How to Clean Patio Furniture: Get the Grime Off of Tables and Cushions
In many parts of the country, patio furniture did not see any use during the recent winter months. Best-case scenario: It was stored indoors, away from the elements, and simply needs a dusting with a damp cloth. Worst-case scenario: It sat uncovered outside and now has a level of grime making it unusable. Get your dirty patio furniture clean with these helpful tips.
Get Out the Hose
Start by moving all of your patio furniture into the driveway, so that you have room to work and can access all areas. Pull cushions and pillows off the furniture. Turn your nozzle to the “Jet” setting and use water to dislodge as much dirt as possible from the all of the pieces. Do not be tempted to use your power washer, as the higher pressure can cause damage.
Use the Right Cleaning Solution
The cleaning solution you use on the furniture depends on the type of material involved. Follow manufacturer’s recommendations if you still have them handy, or use this guide:
Plastic, Resin, Metal and Glass—Combine ¼ cup of mild dishwashing detergent with 1 gallon of warm water in a bucket. Dip a soft nylon brush into the solution and scrub until all dirt is gone. Rinse with water. Let air-dry, or if your water leaves behind spots, wipe dry with a cloth. For glass tabletops, follow up with a glass cleaner.
Wicker—Combine ¼ cup of mild oil-based soap with 1 gallon of warm water in a bucket. Dip a soft nylon brush into the solution and scrub until all dirt is gone. Rinse with water. Let air-dry, or if your water leaves behind spots, wipe dry with a cloth.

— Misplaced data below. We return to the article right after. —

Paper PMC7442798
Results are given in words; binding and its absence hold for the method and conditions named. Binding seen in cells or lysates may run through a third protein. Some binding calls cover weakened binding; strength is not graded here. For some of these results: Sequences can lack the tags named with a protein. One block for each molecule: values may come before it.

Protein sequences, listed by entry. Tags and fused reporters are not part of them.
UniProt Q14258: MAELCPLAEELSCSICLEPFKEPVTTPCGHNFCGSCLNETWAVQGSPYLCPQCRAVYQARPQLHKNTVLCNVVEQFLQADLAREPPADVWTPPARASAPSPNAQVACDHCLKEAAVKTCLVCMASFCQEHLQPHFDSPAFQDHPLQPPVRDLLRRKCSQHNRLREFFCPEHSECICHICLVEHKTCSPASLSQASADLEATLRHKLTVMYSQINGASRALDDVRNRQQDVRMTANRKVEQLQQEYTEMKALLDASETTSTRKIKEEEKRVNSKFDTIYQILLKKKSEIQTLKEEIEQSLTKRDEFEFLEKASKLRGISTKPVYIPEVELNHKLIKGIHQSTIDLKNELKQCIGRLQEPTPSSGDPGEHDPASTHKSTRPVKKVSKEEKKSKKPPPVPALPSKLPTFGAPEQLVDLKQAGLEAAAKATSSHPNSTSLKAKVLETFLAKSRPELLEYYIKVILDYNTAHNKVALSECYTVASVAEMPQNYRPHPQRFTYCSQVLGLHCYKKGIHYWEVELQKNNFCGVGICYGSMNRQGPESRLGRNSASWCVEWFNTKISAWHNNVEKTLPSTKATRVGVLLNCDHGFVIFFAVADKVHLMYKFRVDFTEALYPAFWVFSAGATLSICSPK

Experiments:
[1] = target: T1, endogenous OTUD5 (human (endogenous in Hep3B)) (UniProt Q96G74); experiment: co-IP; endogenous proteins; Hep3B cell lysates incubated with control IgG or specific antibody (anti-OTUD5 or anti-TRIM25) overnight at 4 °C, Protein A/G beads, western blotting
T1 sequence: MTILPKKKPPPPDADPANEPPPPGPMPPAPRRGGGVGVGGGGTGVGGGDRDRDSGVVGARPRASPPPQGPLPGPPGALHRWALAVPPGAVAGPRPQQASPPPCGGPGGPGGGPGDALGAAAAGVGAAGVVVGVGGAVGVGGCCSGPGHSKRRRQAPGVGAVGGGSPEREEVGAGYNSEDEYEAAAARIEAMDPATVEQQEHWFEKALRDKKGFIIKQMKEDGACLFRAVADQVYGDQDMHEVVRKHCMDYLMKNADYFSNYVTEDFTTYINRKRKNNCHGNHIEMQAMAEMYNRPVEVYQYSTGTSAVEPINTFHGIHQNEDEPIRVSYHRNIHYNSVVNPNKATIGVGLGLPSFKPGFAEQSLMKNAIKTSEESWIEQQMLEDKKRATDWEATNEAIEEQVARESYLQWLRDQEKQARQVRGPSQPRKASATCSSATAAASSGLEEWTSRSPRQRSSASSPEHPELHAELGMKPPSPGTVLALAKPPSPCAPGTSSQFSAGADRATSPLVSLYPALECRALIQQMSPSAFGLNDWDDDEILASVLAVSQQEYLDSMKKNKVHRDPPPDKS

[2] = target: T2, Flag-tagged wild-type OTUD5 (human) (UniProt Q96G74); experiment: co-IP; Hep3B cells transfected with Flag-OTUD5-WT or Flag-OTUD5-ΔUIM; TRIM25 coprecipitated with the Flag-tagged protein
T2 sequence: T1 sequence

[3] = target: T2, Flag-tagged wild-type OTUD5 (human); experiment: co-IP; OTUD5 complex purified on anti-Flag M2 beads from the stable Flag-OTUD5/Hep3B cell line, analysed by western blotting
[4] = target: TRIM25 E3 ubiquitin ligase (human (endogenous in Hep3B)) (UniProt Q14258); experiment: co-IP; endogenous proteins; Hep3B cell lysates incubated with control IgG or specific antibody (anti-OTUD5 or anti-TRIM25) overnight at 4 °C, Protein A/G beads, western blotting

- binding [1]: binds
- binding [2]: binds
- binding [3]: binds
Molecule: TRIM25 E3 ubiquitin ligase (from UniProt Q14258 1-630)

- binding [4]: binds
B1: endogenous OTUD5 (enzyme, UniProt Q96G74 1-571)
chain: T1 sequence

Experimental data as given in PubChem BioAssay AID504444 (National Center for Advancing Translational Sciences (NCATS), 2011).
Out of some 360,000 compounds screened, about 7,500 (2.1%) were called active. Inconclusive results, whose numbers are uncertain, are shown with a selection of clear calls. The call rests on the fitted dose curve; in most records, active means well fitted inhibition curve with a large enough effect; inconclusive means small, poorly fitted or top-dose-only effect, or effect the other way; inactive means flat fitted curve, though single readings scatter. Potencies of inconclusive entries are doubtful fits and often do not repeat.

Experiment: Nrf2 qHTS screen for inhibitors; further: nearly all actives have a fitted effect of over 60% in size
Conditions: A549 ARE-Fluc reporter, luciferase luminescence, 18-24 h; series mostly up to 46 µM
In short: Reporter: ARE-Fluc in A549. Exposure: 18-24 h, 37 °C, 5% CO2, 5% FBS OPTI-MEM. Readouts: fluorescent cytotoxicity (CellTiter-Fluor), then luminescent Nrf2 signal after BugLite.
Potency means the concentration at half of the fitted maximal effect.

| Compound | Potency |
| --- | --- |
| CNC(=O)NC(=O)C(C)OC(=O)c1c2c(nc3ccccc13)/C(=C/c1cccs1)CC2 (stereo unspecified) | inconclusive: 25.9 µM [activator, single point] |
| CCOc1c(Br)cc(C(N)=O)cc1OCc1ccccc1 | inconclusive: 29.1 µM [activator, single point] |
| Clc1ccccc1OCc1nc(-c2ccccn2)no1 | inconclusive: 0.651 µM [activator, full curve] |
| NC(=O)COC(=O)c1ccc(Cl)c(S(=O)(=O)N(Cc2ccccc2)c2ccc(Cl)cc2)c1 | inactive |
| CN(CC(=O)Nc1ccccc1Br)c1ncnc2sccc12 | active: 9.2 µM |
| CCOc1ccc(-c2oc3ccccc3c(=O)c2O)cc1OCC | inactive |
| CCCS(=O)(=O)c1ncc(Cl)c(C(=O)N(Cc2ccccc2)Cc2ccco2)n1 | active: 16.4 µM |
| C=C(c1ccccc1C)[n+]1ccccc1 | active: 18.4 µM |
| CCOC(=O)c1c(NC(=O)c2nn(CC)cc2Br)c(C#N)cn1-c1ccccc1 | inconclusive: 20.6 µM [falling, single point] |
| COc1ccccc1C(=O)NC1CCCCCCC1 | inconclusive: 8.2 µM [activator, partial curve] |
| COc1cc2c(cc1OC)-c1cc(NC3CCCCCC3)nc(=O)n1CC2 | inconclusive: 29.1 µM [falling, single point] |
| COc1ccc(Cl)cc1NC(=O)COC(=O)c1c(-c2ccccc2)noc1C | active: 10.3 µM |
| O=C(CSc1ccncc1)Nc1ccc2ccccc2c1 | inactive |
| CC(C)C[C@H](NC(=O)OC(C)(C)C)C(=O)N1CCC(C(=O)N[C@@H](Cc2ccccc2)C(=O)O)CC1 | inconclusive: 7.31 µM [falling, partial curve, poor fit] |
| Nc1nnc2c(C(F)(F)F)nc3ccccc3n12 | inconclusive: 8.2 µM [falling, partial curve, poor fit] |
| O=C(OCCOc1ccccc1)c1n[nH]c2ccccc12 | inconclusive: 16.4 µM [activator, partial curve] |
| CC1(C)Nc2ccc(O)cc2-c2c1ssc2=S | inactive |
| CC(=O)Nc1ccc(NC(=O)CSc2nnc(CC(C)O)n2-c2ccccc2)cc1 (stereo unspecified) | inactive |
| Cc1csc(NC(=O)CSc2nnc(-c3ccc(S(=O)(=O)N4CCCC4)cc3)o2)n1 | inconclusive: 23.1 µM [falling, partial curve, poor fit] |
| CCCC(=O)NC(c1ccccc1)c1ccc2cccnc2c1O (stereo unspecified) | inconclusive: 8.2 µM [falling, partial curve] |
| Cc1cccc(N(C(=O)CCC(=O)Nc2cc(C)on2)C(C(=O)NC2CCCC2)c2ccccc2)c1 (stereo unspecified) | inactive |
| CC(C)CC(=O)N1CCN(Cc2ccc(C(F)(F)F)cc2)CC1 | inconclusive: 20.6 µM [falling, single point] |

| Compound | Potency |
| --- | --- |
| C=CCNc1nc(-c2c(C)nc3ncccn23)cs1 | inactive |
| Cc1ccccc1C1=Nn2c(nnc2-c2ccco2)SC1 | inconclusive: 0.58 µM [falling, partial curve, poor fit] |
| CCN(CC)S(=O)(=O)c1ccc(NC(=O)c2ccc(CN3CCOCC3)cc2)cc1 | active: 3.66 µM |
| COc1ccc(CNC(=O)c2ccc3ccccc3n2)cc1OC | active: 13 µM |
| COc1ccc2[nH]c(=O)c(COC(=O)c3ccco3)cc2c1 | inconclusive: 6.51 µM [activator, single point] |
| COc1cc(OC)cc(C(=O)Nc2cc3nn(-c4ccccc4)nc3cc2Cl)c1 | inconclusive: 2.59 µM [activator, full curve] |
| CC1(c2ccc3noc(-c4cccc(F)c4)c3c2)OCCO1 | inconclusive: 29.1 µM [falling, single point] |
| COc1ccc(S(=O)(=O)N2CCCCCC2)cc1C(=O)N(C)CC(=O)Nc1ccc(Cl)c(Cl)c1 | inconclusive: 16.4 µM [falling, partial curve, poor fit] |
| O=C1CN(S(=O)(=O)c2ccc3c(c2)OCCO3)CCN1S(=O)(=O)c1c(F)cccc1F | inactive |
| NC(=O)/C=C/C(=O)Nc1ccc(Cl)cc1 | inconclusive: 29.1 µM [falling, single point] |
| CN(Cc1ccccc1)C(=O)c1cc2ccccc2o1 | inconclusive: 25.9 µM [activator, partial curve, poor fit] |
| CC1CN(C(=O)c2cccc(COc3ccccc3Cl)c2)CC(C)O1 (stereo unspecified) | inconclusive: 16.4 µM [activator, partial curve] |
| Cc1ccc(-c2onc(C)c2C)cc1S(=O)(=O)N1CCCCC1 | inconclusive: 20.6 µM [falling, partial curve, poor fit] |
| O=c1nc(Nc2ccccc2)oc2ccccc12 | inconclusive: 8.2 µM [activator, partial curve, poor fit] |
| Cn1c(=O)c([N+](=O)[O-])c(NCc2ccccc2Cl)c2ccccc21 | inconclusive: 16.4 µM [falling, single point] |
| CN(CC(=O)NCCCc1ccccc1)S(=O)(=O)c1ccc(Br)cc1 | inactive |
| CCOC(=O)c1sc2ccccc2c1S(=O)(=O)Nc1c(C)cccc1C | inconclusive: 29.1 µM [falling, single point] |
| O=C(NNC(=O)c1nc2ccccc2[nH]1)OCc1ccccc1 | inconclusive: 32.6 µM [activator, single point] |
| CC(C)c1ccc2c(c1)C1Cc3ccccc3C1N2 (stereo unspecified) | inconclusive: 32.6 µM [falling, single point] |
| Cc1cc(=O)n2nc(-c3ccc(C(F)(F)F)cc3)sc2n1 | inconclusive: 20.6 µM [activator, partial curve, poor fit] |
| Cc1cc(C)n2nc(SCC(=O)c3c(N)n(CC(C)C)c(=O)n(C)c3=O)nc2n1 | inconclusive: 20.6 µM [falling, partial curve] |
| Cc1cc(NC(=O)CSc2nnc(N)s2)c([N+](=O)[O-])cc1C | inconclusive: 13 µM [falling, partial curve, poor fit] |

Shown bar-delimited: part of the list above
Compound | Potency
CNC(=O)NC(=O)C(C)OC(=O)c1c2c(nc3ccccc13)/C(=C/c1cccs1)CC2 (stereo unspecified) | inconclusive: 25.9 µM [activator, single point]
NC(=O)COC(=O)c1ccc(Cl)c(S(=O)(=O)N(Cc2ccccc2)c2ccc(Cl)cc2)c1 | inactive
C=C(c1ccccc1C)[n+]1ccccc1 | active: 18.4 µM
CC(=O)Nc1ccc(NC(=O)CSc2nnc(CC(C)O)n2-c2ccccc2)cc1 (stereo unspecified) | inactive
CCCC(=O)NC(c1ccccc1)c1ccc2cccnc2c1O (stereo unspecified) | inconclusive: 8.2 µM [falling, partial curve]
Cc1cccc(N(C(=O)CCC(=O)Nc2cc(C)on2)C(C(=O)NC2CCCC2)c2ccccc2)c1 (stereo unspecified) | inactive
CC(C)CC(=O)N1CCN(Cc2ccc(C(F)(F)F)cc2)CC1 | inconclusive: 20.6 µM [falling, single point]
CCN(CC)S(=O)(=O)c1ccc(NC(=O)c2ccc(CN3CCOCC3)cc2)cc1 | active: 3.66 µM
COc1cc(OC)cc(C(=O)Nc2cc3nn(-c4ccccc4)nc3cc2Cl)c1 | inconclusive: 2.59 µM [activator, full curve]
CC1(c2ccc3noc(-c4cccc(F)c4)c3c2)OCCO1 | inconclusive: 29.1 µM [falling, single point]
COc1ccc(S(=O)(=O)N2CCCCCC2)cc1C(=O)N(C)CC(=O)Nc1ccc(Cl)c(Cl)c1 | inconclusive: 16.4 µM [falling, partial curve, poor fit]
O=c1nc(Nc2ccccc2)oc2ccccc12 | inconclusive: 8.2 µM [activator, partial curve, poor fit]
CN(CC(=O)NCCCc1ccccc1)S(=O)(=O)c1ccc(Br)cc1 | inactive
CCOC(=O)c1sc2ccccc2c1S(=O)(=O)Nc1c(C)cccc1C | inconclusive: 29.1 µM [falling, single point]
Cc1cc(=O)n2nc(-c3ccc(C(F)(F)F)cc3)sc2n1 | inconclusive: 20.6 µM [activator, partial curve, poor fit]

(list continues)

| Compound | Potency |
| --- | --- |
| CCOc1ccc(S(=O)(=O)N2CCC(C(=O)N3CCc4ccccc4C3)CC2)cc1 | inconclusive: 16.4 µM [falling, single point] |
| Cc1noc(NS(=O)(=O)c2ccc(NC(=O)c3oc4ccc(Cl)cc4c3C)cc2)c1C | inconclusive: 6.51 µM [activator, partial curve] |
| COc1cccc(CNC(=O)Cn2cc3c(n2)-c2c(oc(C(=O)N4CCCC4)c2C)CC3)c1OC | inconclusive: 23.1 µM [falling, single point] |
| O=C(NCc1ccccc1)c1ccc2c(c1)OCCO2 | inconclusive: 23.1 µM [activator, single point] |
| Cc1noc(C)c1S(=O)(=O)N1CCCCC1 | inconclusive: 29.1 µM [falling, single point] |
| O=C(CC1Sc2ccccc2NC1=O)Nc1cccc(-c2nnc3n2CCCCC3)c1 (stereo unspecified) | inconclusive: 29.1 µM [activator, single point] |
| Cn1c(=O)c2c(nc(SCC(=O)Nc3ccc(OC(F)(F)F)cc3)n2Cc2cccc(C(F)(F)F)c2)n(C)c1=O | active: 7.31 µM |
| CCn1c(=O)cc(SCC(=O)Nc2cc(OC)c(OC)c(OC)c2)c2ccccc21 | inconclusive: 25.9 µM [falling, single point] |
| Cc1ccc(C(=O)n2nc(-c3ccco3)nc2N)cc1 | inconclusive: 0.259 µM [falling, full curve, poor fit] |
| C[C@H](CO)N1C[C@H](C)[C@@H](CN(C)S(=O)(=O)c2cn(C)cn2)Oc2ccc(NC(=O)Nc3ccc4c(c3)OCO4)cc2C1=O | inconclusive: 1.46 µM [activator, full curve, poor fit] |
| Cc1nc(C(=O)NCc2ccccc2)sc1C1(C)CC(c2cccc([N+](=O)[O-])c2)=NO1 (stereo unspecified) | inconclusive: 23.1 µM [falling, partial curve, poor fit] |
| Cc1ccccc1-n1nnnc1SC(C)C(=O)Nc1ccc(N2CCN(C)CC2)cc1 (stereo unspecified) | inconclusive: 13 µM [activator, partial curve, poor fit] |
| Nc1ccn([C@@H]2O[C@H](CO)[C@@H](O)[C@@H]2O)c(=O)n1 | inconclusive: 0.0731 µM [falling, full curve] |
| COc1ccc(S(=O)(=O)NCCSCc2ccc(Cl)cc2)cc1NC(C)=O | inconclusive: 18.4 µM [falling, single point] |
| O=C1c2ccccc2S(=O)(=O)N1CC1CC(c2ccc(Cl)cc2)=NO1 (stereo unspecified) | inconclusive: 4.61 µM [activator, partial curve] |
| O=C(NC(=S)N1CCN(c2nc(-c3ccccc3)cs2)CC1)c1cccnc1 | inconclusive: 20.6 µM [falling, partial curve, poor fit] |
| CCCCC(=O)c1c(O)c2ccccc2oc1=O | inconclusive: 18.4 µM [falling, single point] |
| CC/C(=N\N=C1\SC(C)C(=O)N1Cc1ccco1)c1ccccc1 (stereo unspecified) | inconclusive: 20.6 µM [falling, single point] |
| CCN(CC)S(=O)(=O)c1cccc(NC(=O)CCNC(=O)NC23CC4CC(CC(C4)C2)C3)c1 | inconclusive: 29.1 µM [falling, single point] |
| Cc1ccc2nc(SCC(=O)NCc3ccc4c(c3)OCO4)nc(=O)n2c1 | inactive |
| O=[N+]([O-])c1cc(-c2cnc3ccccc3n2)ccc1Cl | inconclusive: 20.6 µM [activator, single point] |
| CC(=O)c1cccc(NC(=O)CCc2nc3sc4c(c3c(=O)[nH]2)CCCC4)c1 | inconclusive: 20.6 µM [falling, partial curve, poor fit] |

Wood—Combine 2 oz. of oxygenated bleach with 1 gallon of hot water in a bucket. Dip a large sponge into the solution and apply to all surfaces. Allow to sit for 15 minutes, and then scrub with a soft nylon brush until all dirt is gone; always scrub with the grain, especially with softer woods. Rinse with water. Let air-dry, or if your water leaves behind spots, wipe dry with a cloth.
If while cleaning you notice mildew on your patio furniture, mix a stronger solution of 1 cup of ammonia, ½ cup of white vinegar, ¼ cup of baking soda and 1 gallon of warm water. Apply to the stubborn stains for removal, and then rinse and dry.
To rid cushions and pillows of dirt and stains, use the instructions above for plastic, metal and glass, letting the solution sit for 15 minutes and allowing the pieces to air-dry in the sun.
Add a Level of Protection
Once your patio furniture has been restored to clean status, protect it to minimize the amount of cleaning you will need to do in the future. As with cleaning solutions, what you use depends on the material.
Plastic, Resin and Metal—Apply a layer of car wax! Yes, car wax. Then buff with a soft cloth. It will repel dirt from your furniture just as it does with your car. With metal patio furniture, nip rust in the bud by removing with sandpaper and repainting as well.
Wood—Paint and stain that block UV rays protect wood from damage. Opt for stain for horizontal surfaces as paint may peel.
Two More Tips
To make cleaning cushions and pillows easier in the future, apply a fabric guard once dry.
Bring cushions and pillows inside when not in use for long periods of time, such as if you go away on vacation.
Use towels to protect pieces from suntan lotions and tanners, which can leave behind stains.
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